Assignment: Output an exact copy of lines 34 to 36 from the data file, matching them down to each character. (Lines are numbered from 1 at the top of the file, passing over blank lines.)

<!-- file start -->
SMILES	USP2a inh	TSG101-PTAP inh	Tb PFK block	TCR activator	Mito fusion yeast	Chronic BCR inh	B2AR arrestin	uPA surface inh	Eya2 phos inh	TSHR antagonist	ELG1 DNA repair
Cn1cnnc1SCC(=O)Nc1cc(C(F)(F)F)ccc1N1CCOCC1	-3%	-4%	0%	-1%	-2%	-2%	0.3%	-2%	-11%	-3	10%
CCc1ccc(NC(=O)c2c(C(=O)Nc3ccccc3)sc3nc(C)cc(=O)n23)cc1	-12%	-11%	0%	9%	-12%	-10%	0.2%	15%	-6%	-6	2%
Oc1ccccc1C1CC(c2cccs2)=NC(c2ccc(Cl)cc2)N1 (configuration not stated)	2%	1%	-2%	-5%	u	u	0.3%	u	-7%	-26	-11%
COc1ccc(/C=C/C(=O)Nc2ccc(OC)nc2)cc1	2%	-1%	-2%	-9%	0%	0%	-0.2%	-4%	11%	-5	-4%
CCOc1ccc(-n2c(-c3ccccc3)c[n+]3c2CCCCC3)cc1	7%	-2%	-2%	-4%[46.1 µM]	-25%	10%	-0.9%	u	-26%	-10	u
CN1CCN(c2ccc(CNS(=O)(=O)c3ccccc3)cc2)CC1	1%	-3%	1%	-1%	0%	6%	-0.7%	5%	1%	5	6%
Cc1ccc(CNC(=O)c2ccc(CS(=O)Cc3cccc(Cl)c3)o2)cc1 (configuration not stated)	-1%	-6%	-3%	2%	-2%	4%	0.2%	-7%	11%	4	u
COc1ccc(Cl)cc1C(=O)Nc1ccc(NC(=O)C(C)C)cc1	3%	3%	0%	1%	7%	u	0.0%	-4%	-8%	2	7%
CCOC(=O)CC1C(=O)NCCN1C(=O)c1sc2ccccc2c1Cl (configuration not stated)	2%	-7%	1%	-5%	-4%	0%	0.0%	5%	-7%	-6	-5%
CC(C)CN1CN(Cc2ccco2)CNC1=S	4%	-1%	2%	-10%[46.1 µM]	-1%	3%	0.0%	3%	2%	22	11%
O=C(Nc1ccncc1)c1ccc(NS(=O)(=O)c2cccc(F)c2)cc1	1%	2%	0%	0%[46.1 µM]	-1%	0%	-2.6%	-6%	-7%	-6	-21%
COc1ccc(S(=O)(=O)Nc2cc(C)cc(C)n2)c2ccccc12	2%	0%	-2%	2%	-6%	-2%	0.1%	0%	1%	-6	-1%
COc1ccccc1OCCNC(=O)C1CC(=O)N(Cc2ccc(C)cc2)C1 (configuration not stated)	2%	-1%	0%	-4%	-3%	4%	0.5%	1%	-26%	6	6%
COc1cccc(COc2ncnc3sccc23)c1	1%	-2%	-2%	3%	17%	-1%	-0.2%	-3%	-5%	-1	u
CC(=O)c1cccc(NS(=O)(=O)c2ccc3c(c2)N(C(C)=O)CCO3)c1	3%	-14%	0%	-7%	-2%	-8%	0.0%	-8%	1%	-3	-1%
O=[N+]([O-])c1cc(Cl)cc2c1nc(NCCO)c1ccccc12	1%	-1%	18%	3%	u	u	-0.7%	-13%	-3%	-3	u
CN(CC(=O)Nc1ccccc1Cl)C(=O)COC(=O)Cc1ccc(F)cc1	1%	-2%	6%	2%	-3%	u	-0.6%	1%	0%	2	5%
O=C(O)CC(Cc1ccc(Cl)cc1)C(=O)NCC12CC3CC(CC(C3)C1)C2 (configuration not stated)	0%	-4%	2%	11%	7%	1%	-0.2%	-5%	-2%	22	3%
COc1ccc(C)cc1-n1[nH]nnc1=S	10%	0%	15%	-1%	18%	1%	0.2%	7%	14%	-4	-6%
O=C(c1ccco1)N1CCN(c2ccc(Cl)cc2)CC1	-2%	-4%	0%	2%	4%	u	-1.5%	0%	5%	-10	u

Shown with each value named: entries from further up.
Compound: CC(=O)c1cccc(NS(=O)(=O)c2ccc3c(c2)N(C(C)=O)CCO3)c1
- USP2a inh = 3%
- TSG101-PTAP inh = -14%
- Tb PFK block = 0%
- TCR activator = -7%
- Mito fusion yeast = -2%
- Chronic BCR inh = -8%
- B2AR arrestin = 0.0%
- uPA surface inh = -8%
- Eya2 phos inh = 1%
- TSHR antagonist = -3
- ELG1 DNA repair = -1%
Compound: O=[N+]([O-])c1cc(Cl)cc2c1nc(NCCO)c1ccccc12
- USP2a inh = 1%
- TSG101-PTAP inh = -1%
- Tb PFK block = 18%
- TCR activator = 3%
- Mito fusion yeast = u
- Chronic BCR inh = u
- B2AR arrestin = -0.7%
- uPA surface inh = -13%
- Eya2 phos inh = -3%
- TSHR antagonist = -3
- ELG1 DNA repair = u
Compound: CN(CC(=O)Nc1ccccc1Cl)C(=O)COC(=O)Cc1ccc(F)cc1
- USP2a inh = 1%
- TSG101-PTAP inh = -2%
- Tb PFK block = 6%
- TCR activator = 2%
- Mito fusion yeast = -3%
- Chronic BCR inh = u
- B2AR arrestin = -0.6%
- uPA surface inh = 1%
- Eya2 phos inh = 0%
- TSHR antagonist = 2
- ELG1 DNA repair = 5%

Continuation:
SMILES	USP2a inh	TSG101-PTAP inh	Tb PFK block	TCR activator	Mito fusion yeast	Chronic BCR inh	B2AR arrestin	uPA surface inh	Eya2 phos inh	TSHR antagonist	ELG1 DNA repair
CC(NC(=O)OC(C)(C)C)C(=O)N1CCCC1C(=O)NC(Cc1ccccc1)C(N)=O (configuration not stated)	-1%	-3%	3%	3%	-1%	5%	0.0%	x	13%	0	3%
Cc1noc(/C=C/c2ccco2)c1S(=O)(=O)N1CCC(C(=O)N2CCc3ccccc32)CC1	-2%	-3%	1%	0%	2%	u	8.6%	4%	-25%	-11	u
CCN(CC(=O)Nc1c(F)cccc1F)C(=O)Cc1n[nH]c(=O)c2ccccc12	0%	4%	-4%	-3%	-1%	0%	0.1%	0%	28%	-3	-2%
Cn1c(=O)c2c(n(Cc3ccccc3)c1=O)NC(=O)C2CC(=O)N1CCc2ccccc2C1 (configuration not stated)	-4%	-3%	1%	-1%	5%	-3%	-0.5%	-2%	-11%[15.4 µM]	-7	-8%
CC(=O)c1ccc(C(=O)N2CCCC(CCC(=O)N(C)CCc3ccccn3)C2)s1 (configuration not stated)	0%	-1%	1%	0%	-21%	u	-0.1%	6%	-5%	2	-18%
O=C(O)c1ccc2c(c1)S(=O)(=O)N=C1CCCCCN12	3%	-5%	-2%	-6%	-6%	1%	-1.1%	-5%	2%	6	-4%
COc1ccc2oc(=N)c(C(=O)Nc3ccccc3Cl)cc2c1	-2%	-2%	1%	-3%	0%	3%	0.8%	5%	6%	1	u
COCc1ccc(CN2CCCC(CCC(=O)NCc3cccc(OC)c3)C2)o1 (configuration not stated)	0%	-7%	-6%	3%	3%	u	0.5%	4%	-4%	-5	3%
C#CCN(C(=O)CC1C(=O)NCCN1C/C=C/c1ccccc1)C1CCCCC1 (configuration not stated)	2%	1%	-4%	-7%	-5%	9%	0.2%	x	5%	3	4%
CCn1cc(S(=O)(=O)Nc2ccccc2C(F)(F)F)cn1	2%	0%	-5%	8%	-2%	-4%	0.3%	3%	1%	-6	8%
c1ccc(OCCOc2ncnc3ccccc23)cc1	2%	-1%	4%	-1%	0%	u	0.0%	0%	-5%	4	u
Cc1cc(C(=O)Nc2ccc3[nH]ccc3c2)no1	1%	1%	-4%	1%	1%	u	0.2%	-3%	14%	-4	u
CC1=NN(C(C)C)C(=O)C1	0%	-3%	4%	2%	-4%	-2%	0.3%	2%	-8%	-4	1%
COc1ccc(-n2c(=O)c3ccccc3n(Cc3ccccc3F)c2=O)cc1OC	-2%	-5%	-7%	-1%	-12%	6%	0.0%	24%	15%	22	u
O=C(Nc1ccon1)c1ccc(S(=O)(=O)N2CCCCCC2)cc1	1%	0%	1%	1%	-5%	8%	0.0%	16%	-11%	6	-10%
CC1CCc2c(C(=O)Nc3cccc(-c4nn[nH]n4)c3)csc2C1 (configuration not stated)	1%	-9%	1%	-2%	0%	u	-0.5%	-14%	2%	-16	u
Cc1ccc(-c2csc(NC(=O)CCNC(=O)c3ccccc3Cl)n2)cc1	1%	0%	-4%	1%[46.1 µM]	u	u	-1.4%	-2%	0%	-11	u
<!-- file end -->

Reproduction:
- ELG1 DNA repair = -1%
Compound: O=[N+]([O-])c1cc(Cl)cc2c1nc(NCCO)c1ccccc12
- USP2a inh = 1%